Do you have a feeling of satisfaction every day?
Different phases of the job are just kind of slow moving or slow paced, and I have a harder time with those. I like looking back at the end of the day and seeing what we did, the instant gratification. It’s kind of like mowing your grass, that’s instant gratification. You can see exactly what you just did. It’s harder to see it; you have to kind of step back and take a big picture look on some of the processes we do because you feel like you didn’t do anything that day. But you made a huge step in the ultimate completion of the project. It’s hard to see sometimes. Those are my hardest days, where it’s stuff that needs to be done, but you really can’t tell that we did a whole lot that day. Those are tough.
Do you think that’s important to your guys as well?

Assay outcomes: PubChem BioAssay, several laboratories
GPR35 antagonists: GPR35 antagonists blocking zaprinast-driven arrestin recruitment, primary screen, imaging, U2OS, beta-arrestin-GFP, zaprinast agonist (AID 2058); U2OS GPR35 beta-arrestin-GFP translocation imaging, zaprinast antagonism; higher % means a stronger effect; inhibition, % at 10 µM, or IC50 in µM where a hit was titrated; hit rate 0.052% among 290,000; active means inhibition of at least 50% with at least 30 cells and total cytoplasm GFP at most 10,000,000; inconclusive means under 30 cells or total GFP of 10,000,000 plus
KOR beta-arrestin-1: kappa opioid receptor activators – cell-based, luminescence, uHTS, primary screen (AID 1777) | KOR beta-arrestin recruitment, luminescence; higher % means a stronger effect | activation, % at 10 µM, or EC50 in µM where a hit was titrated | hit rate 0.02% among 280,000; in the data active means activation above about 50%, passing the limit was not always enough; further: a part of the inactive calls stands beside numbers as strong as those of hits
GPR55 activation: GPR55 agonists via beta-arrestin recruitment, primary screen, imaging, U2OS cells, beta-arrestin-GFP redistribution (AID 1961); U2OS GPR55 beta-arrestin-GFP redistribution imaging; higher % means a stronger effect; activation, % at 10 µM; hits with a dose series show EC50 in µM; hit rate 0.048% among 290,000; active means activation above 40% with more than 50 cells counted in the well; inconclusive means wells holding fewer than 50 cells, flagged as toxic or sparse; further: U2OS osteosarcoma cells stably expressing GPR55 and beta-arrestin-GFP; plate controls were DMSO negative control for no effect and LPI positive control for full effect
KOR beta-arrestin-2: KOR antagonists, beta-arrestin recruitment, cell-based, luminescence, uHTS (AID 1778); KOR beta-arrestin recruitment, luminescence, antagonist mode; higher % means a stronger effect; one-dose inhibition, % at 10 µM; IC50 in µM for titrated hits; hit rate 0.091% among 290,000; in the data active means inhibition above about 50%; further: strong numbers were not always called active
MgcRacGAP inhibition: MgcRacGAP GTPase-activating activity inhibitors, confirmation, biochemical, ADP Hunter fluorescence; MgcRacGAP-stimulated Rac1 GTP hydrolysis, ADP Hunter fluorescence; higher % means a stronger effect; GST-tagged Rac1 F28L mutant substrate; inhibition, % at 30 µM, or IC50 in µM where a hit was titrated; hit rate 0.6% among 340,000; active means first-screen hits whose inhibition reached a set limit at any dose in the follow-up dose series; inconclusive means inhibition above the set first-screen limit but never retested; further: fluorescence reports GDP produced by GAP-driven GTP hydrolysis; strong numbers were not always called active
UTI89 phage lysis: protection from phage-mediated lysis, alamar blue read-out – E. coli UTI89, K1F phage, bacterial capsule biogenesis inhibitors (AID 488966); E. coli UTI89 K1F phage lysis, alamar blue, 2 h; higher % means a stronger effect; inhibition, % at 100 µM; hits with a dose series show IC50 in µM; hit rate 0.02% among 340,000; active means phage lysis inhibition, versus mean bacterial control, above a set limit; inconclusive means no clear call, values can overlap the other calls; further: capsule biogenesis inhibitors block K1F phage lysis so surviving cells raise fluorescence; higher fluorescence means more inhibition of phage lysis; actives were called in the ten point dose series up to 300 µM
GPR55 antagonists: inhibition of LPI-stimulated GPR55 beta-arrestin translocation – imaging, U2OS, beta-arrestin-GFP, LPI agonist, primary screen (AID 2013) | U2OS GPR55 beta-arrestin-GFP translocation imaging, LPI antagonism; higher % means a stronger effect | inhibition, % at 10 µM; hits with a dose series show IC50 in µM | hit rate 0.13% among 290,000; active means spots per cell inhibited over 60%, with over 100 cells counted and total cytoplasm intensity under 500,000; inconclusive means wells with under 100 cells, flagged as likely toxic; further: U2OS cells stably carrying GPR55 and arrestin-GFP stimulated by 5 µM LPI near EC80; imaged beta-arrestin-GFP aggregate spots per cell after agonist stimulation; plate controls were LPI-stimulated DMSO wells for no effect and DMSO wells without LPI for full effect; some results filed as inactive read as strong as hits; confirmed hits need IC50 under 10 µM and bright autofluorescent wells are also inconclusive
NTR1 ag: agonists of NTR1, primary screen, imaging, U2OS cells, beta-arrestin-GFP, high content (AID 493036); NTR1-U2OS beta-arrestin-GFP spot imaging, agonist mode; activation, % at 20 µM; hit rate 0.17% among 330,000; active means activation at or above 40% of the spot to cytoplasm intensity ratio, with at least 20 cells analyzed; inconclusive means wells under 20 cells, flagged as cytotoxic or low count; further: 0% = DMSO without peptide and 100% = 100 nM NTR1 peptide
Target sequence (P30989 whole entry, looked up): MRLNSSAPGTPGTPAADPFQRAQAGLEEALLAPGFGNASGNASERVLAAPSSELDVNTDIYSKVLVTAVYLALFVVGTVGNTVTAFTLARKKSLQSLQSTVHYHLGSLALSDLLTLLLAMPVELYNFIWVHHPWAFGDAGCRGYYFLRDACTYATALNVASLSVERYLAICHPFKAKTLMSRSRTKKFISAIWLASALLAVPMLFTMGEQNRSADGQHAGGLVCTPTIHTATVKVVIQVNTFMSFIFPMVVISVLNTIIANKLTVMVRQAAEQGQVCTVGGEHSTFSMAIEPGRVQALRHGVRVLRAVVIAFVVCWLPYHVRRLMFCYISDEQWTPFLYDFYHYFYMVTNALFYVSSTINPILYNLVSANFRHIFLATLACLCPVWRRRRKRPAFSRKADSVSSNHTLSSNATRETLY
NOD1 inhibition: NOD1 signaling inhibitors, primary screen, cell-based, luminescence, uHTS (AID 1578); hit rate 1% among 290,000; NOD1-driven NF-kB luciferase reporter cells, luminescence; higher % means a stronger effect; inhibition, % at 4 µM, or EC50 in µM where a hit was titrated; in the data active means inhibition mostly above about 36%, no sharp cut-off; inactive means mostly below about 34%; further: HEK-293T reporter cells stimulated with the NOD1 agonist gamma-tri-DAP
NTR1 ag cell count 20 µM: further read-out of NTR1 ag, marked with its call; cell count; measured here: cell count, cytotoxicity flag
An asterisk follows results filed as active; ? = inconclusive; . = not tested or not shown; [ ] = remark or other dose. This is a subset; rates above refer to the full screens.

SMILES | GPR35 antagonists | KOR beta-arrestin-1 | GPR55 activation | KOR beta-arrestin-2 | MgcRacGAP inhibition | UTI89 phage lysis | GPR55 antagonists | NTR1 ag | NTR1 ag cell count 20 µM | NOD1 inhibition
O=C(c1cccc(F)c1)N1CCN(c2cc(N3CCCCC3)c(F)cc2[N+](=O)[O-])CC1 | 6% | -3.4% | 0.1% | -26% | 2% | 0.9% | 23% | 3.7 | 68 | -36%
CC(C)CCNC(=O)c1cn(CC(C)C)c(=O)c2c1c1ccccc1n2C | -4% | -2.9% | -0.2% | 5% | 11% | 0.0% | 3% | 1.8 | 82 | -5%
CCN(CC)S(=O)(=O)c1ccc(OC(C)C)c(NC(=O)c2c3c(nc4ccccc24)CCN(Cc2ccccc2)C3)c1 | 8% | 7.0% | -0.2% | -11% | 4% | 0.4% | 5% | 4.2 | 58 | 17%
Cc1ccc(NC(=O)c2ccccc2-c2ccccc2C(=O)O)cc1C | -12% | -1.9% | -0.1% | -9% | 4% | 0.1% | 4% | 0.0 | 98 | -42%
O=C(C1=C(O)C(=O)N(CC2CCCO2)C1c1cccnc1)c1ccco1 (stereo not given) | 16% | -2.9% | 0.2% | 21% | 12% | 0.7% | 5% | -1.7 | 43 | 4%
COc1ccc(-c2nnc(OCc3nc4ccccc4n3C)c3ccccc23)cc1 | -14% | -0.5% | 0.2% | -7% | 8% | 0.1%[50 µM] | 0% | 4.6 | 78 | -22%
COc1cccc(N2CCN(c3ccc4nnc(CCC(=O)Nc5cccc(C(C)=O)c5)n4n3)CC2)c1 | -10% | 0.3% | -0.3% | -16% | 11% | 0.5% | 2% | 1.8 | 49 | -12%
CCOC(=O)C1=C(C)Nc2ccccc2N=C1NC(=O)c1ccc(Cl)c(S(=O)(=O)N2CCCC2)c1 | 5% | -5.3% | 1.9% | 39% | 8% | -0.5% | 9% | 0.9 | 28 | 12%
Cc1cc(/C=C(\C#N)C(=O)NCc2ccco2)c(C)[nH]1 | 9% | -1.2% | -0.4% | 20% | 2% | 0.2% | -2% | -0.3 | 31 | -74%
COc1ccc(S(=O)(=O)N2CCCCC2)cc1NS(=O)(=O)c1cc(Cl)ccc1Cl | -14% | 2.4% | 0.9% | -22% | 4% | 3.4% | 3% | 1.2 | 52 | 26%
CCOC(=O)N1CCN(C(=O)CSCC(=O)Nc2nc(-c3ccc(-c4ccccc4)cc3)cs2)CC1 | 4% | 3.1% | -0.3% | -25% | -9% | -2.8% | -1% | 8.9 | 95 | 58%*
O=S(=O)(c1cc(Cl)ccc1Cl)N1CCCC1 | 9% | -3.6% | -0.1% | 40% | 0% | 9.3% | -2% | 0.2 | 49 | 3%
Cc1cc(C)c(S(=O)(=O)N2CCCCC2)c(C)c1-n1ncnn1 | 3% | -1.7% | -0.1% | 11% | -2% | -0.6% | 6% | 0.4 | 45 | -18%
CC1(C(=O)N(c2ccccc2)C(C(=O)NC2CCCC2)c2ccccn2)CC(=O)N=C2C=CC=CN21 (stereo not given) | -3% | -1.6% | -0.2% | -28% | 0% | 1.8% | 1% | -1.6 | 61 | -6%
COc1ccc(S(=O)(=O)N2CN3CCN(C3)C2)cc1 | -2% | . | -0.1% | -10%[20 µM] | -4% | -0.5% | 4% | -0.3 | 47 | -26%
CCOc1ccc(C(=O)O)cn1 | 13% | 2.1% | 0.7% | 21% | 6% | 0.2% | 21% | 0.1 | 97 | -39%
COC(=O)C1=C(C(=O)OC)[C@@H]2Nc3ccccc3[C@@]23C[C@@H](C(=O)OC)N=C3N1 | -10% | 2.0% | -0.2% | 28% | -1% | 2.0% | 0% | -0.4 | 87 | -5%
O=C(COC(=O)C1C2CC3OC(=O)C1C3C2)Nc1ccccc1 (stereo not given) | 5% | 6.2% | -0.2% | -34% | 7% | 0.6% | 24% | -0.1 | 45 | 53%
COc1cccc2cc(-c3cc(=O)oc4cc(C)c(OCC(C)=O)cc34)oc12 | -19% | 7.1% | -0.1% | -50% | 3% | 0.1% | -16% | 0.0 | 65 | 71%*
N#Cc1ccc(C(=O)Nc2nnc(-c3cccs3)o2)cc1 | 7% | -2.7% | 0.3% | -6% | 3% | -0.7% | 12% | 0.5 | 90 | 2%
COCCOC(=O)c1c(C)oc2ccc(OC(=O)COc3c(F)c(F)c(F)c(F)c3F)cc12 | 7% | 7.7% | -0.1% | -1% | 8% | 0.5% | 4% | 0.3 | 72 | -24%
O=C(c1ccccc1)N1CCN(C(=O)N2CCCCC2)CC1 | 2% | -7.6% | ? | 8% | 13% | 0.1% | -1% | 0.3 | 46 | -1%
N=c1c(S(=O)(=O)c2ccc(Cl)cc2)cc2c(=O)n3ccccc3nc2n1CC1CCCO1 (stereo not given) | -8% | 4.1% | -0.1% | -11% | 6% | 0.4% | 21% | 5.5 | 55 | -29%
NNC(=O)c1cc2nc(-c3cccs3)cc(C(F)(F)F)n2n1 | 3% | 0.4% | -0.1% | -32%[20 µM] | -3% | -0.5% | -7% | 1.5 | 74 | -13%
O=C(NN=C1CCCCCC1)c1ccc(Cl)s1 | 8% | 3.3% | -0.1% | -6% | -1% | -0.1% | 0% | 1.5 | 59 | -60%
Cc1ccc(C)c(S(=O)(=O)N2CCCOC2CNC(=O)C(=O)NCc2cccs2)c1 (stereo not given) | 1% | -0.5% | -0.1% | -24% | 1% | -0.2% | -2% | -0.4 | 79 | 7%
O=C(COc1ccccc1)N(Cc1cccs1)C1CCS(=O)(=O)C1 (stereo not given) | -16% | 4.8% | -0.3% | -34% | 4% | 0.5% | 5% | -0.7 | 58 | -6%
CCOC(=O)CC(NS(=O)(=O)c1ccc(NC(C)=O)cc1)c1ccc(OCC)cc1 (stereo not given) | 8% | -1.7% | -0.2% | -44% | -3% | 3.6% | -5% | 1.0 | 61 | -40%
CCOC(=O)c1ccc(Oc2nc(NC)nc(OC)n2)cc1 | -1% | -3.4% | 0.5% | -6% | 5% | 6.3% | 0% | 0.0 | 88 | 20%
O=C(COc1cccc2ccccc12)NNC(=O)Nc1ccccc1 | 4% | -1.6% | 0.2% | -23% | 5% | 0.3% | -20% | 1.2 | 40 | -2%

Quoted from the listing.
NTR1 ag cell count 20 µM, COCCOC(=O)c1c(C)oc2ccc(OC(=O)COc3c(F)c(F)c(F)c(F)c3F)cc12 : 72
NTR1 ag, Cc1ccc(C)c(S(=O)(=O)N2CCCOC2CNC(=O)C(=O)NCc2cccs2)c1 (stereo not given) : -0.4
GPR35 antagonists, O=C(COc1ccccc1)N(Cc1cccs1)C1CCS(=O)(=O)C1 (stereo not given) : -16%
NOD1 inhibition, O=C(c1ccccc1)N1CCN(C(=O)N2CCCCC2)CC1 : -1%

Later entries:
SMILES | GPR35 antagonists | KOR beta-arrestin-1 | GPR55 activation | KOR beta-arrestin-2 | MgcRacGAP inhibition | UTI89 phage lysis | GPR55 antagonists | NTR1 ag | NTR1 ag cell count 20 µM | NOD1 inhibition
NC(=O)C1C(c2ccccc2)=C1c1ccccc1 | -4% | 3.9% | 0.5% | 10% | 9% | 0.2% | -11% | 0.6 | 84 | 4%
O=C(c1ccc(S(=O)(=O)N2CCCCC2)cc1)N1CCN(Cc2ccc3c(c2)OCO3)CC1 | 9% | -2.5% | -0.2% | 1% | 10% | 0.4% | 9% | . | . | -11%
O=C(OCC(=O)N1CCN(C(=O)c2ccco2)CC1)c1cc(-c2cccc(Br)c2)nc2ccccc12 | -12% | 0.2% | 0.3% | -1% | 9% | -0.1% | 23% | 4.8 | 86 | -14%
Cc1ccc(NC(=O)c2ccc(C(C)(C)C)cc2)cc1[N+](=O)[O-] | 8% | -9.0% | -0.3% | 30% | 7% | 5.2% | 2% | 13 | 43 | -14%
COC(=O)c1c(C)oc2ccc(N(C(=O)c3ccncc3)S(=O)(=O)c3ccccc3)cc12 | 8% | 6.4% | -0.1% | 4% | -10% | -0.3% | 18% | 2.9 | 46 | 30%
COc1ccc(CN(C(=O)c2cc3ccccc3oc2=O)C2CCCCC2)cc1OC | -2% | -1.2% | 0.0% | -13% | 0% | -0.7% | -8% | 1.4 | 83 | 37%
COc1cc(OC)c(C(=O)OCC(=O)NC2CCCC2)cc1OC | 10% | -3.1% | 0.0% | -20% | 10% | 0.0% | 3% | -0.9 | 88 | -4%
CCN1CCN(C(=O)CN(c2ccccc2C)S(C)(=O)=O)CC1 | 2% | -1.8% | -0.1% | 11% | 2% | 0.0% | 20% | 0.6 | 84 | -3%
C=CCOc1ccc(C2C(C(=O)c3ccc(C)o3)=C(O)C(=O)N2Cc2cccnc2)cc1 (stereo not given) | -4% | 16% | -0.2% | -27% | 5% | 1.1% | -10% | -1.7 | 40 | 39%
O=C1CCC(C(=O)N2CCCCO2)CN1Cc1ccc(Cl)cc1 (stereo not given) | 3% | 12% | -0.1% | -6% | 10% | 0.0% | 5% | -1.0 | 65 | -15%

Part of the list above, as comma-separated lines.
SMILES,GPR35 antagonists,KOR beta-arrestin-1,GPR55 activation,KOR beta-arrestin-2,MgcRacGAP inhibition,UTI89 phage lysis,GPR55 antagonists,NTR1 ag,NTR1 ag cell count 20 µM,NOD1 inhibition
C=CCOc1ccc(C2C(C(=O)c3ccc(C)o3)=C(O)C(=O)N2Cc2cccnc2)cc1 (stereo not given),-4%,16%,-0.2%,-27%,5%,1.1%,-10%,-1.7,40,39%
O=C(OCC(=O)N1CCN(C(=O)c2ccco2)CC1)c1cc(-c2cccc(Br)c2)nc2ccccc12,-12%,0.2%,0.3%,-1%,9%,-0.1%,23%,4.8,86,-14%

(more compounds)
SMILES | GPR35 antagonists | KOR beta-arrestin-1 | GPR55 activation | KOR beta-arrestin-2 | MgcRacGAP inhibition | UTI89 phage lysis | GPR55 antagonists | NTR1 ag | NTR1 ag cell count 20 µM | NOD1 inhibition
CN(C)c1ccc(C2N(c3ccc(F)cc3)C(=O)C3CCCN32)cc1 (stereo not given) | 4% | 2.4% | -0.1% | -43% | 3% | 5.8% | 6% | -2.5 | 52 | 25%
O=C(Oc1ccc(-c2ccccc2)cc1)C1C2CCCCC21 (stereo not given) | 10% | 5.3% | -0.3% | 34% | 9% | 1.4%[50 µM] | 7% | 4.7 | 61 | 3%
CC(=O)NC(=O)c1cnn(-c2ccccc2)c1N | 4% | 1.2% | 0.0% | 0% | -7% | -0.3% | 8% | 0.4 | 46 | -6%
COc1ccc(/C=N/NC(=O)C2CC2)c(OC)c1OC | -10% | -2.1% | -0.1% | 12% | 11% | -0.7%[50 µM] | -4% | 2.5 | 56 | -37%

You can see it in their whole demeanor. They know when they had a great day. They all feel good, and you can just see it on their faces. They strive to do that every day, but sometimes as a job manager I have to pull the reins back and say, ‘Ok, guys, we’re going to do this today.’ It’s part of the puzzle that, for one, isn’t very fun to do, and two, you can’t see really what you did that day. You know what you did, but the visual part is a big part of it also. Paving and concrete and all that, that’s kind of fun because that transforms the project at a pretty rapid pace, whereas a lot of what we do is building the cake, you know? That’s what I refer to it as, building the cake. When you go to put the icing on, that’s the fun part.